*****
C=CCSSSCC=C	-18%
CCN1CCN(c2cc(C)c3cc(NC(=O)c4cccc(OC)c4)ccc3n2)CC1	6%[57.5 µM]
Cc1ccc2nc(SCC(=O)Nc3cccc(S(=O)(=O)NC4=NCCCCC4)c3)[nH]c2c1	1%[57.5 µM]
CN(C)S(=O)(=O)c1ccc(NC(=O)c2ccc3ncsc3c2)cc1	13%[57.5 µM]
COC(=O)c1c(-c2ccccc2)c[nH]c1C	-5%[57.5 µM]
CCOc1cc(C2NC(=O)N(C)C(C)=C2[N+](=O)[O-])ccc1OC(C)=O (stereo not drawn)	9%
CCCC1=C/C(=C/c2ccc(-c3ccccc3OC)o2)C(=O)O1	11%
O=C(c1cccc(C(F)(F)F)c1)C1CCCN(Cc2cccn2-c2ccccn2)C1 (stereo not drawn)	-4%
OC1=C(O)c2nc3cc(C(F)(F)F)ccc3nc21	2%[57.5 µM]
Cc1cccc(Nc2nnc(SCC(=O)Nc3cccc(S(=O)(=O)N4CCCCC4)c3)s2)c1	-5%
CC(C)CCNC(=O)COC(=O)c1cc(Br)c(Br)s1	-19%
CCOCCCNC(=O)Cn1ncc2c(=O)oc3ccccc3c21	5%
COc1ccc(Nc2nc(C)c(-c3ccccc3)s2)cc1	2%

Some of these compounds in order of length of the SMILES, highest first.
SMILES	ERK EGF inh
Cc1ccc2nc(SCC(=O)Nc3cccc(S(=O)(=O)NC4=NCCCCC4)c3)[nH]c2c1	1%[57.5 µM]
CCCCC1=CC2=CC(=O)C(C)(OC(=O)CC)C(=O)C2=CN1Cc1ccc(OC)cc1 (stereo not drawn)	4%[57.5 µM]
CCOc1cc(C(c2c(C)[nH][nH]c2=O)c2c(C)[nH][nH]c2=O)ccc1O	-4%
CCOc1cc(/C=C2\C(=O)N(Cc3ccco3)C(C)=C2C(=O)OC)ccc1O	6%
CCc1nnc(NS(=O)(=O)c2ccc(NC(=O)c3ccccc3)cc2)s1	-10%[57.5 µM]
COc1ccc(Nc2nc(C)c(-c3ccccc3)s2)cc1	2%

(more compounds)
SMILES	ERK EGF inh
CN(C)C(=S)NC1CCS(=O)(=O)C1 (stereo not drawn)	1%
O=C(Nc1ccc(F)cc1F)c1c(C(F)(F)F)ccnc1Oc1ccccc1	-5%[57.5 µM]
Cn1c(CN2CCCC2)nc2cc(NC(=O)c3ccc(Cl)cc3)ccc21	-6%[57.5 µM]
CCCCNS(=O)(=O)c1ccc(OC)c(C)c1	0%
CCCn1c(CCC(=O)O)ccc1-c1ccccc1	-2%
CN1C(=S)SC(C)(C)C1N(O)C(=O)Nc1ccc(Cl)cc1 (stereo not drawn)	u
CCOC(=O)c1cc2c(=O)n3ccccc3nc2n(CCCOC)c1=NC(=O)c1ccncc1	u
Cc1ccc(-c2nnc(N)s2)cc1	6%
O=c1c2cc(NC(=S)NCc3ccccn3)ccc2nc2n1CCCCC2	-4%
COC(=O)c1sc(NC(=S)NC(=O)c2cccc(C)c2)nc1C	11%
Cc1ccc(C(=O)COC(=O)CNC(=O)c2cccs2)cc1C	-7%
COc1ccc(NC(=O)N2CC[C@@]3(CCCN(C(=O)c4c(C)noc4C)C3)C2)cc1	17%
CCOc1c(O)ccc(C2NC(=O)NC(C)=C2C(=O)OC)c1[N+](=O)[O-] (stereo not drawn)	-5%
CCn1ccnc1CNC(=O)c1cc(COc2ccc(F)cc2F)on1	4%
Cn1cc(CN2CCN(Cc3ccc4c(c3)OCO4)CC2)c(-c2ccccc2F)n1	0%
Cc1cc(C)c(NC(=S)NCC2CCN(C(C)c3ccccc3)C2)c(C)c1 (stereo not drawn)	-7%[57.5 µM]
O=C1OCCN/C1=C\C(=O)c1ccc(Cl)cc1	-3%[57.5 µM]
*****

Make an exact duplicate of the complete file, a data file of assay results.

C=CCSSSCC=C	-18%
CCN1CCN(c2cc(C)c3cc(NC(=O)c4cccc(OC)c4)ccc3n2)CC1	6%[57.5 µM]
Cc1ccc2nc(SCC(=O)Nc3cccc(S(=O)(=O)NC4=NCCCCC4)c3)[nH]c2c1	1%[57.5 µM]
CN(C)S(=O)(=O)c1ccc(NC(=O)c2ccc3ncsc3c2)cc1	13%[57.5 µM]
COC(=O)c1c(-c2ccccc2)c[nH]c1C	-5%[57.5 µM]
CCOc1cc(C2NC(=O)N(C)C(C)=C2[N+](=O)[O-])ccc1OC(C)=O (stereo not drawn)	9%
CCCC1=C/C(=C/c2ccc(-c3ccccc3OC)o2)C(=O)O1	11%
O=C(c1cccc(C(F)(F)F)c1)C1CCCN(Cc2cccn2-c2ccccn2)C1 (stereo not drawn)	-4%
OC1=C(O)c2nc3cc(C(F)(F)F)ccc3nc21	2%[57.5 µM]
Cc1cccc(Nc2nnc(SCC(=O)Nc3cccc(S(=O)(=O)N4CCCCC4)c3)s2)c1	-5%
CC(C)CCNC(=O)COC(=O)c1cc(Br)c(Br)s1	-19%
CCOCCCNC(=O)Cn1ncc2c(=O)oc3ccccc3c21	5%
COc1ccc(Nc2nc(C)c(-c3ccccc3)s2)cc1	2%

Some of these compounds in order of length of the SMILES, highest first.
SMILES	ERK EGF inh
Cc1ccc2nc(SCC(=O)Nc3cccc(S(=O)(=O)NC4=NCCCCC4)c3)[nH]c2c1	1%[57.5 µM]
CCCCC1=CC2=CC(=O)C(C)(OC(=O)CC)C(=O)C2=CN1Cc1ccc(OC)cc1 (stereo not drawn)	4%[57.5 µM]
CCOc1cc(C(c2c(C)[nH][nH]c2=O)c2c(C)[nH][nH]c2=O)ccc1O	-4%
CCOc1cc(/C=C2\C(=O)N(Cc3ccco3)C(C)=C2C(=O)OC)ccc1O	6%
CCc1nnc(NS(=O)(=O)c2ccc(NC(=O)c3ccccc3)cc2)s1	-10%[57.5 µM]
COc1ccc(Nc2nc(C)c(-c3ccccc3)s2)cc1	2%

(more compounds)
SMILES	ERK EGF inh
CN(C)C(=S)NC1CCS(=O)(=O)C1 (stereo not drawn)	1%
O=C(Nc1ccc(F)cc1F)c1c(C(F)(F)F)ccnc1Oc1ccccc1	-5%[57.5 µM]
Cn1c(CN2CCCC2)nc2cc(NC(=O)c3ccc(Cl)cc3)ccc21	-6%[57.5 µM]
CCCCNS(=O)(=O)c1ccc(OC)c(C)c1	0%
CCCn1c(CCC(=O)O)ccc1-c1ccccc1	-2%
CN1C(=S)SC(C)(C)C1N(O)C(=O)Nc1ccc(Cl)cc1 (stereo not drawn)	u
CCOC(=O)c1cc2c(=O)n3ccccc3nc2n(CCCOC)c1=NC(=O)c1ccncc1	u
Cc1ccc(-c2nnc(N)s2)cc1	6%
O=c1c2cc(NC(=S)NCc3ccccn3)ccc2nc2n1CCCCC2	-4%
COC(=O)c1sc(NC(=S)NC(=O)c2cccc(C)c2)nc1C	11%
Cc1ccc(C(=O)COC(=O)CNC(=O)c2cccs2)cc1C	-7%
COc1ccc(NC(=O)N2CC[C@@]3(CCCN(C(=O)c4c(C)noc4C)C3)C2)cc1	17%
CCOc1c(O)ccc(C2NC(=O)NC(C)=C2C(=O)OC)c1[N+](=O)[O-] (stereo not drawn)	-5%
CCn1ccnc1CNC(=O)c1cc(COc2ccc(F)cc2F)on1	4%
Cn1cc(CN2CCN(Cc3ccc4c(c3)OCO4)CC2)c(-c2ccccc2F)n1	0%
Cc1cc(C)c(NC(=S)NCC2CCN(C(C)c3ccccc3)C2)c(C)c1 (stereo not drawn)	-7%[57.5 µM]
O=C1OCCN/C1=C\C(=O)c1ccc(Cl)cc1	-3%[57.5 µM]